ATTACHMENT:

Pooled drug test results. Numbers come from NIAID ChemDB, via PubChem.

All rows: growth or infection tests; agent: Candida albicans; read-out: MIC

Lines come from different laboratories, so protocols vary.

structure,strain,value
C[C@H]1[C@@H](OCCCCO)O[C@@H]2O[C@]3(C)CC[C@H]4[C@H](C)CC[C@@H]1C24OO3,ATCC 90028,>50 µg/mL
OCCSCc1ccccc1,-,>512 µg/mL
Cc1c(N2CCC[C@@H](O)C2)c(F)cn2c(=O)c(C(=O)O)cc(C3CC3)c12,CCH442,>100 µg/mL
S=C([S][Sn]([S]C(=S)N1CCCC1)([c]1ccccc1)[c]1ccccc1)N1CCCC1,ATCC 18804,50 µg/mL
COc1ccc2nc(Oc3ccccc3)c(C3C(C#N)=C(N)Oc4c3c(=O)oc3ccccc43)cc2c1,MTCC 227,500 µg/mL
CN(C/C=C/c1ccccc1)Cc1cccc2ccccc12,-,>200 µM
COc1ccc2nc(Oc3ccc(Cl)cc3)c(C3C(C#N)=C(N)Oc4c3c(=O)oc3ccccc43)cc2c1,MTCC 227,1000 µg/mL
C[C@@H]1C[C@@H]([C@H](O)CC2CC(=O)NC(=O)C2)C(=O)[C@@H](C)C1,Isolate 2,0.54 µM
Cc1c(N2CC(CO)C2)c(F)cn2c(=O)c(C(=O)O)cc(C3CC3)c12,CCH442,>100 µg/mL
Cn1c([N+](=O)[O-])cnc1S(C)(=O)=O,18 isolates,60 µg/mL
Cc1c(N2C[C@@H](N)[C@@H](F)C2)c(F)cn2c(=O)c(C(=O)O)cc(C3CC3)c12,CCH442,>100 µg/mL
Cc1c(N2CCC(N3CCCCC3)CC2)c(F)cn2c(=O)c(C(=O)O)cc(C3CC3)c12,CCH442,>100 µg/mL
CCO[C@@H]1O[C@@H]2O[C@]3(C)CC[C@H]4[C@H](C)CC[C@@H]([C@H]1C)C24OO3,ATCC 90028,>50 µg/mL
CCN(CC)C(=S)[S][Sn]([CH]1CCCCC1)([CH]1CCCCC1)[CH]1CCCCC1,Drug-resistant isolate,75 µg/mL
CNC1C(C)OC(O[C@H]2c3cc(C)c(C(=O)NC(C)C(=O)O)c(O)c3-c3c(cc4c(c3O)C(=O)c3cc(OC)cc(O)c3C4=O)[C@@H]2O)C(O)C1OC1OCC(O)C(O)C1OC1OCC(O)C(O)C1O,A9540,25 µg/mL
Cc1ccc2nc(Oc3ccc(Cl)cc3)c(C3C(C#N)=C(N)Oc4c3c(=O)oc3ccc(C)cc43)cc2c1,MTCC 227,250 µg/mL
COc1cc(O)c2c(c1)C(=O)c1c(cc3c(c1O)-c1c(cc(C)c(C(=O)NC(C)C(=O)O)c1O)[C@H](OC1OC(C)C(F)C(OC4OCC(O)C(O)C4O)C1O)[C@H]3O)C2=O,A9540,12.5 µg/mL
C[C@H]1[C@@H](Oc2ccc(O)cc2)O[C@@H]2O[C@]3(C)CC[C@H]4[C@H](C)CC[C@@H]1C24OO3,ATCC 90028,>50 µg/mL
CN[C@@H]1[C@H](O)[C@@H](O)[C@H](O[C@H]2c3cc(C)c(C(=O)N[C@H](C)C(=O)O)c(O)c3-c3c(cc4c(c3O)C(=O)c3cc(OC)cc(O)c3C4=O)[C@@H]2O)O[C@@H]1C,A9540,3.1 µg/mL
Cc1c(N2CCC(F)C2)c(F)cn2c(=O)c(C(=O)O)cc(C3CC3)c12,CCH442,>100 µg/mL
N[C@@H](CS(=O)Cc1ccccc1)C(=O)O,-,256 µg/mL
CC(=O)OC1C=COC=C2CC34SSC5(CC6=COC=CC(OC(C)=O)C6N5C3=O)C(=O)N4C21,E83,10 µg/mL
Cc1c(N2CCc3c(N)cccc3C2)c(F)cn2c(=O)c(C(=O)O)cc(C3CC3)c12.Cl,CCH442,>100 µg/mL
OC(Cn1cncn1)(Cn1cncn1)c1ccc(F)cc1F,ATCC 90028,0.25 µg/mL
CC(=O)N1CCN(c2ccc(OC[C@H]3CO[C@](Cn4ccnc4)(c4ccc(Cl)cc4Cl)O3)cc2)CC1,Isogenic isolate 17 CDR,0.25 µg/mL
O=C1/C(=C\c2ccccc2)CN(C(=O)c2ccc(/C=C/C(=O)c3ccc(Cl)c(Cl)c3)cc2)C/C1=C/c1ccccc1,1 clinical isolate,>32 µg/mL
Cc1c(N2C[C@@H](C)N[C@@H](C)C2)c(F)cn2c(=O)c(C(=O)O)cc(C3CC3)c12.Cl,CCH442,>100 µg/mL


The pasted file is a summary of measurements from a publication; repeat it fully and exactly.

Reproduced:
Pooled drug test results. Numbers come from NIAID ChemDB, via PubChem.

All rows: growth or infection tests; agent: Candida albicans; read-out: MIC

Lines come from different laboratories, so protocols vary.

structure,strain,value
C[C@H]1[C@@H](OCCCCO)O[C@@H]2O[C@]3(C)CC[C@H]4[C@H](C)CC[C@@H]1C24OO3,ATCC 90028,>50 µg/mL
OCCSCc1ccccc1,-,>512 µg/mL
Cc1c(N2CCC[C@@H](O)C2)c(F)cn2c(=O)c(C(=O)O)cc(C3CC3)c12,CCH442,>100 µg/mL
S=C([S][Sn]([S]C(=S)N1CCCC1)([c]1ccccc1)[c]1ccccc1)N1CCCC1,ATCC 18804,50 µg/mL
COc1ccc2nc(Oc3ccccc3)c(C3C(C#N)=C(N)Oc4c3c(=O)oc3ccccc43)cc2c1,MTCC 227,500 µg/mL
CN(C/C=C/c1ccccc1)Cc1cccc2ccccc12,-,>200 µM
COc1ccc2nc(Oc3ccc(Cl)cc3)c(C3C(C#N)=C(N)Oc4c3c(=O)oc3ccccc43)cc2c1,MTCC 227,1000 µg/mL
C[C@@H]1C[C@@H]([C@H](O)CC2CC(=O)NC(=O)C2)C(=O)[C@@H](C)C1,Isolate 2,0.54 µM
Cc1c(N2CC(CO)C2)c(F)cn2c(=O)c(C(=O)O)cc(C3CC3)c12,CCH442,>100 µg/mL
Cn1c([N+](=O)[O-])cnc1S(C)(=O)=O,18 isolates,60 µg/mL
Cc1c(N2C[C@@H](N)[C@@H](F)C2)c(F)cn2c(=O)c(C(=O)O)cc(C3CC3)c12,CCH442,>100 µg/mL
Cc1c(N2CCC(N3CCCCC3)CC2)c(F)cn2c(=O)c(C(=O)O)cc(C3CC3)c12,CCH442,>100 µg/mL
CCO[C@@H]1O[C@@H]2O[C@]3(C)CC[C@H]4[C@H](C)CC[C@@H]([C@H]1C)C24OO3,ATCC 90028,>50 µg/mL
CCN(CC)C(=S)[S][Sn]([CH]1CCCCC1)([CH]1CCCCC1)[CH]1CCCCC1,Drug-resistant isolate,75 µg/mL
CNC1C(C)OC(O[C@H]2c3cc(C)c(C(=O)NC(C)C(=O)O)c(O)c3-c3c(cc4c(c3O)C(=O)c3cc(OC)cc(O)c3C4=O)[C@@H]2O)C(O)C1OC1OCC(O)C(O)C1OC1OCC(O)C(O)C1O,A9540,25 µg/mL
Cc1ccc2nc(Oc3ccc(Cl)cc3)c(C3C(C#N)=C(N)Oc4c3c(=O)oc3ccc(C)cc43)cc2c1,MTCC 227,250 µg/mL
COc1cc(O)c2c(c1)C(=O)c1c(cc3c(c1O)-c1c(cc(C)c(C(=O)NC(C)C(=O)O)c1O)[C@H](OC1OC(C)C(F)C(OC4OCC(O)C(O)C4O)C1O)[C@H]3O)C2=O,A9540,12.5 µg/mL
C[C@H]1[C@@H](Oc2ccc(O)cc2)O[C@@H]2O[C@]3(C)CC[C@H]4[C@H](C)CC[C@@H]1C24OO3,ATCC 90028,>50 µg/mL
CN[C@@H]1[C@H](O)[C@@H](O)[C@H](O[C@H]2c3cc(C)c(C(=O)N[C@H](C)C(=O)O)c(O)c3-c3c(cc4c(c3O)C(=O)c3cc(OC)cc(O)c3C4=O)[C@@H]2O)O[C@@H]1C,A9540,3.1 µg/mL
Cc1c(N2CCC(F)C2)c(F)cn2c(=O)c(C(=O)O)cc(C3CC3)c12,CCH442,>100 µg/mL
N[C@@H](CS(=O)Cc1ccccc1)C(=O)O,-,256 µg/mL
CC(=O)OC1C=COC=C2CC34SSC5(CC6=COC=CC(OC(C)=O)C6N5C3=O)C(=O)N4C21,E83,10 µg/mL
Cc1c(N2CCc3c(N)cccc3C2)c(F)cn2c(=O)c(C(=O)O)cc(C3CC3)c12.Cl,CCH442,>100 µg/mL
OC(Cn1cncn1)(Cn1cncn1)c1ccc(F)cc1F,ATCC 90028,0.25 µg/mL
CC(=O)N1CCN(c2ccc(OC[C@H]3CO[C@](Cn4ccnc4)(c4ccc(Cl)cc4Cl)O3)cc2)CC1,Isogenic isolate 17 CDR,0.25 µg/mL
O=C1/C(=C\c2ccccc2)CN(C(=O)c2ccc(/C=C/C(=O)c3ccc(Cl)c(Cl)c3)cc2)C/C1=C/c1ccccc1,1 clinical isolate,>32 µg/mL
Cc1c(N2C[C@@H](C)N[C@@H](C)C2)c(F)cn2c(=O)c(C(=O)O)cc(C3CC3)c12.Cl,CCH442,>100 µg/mL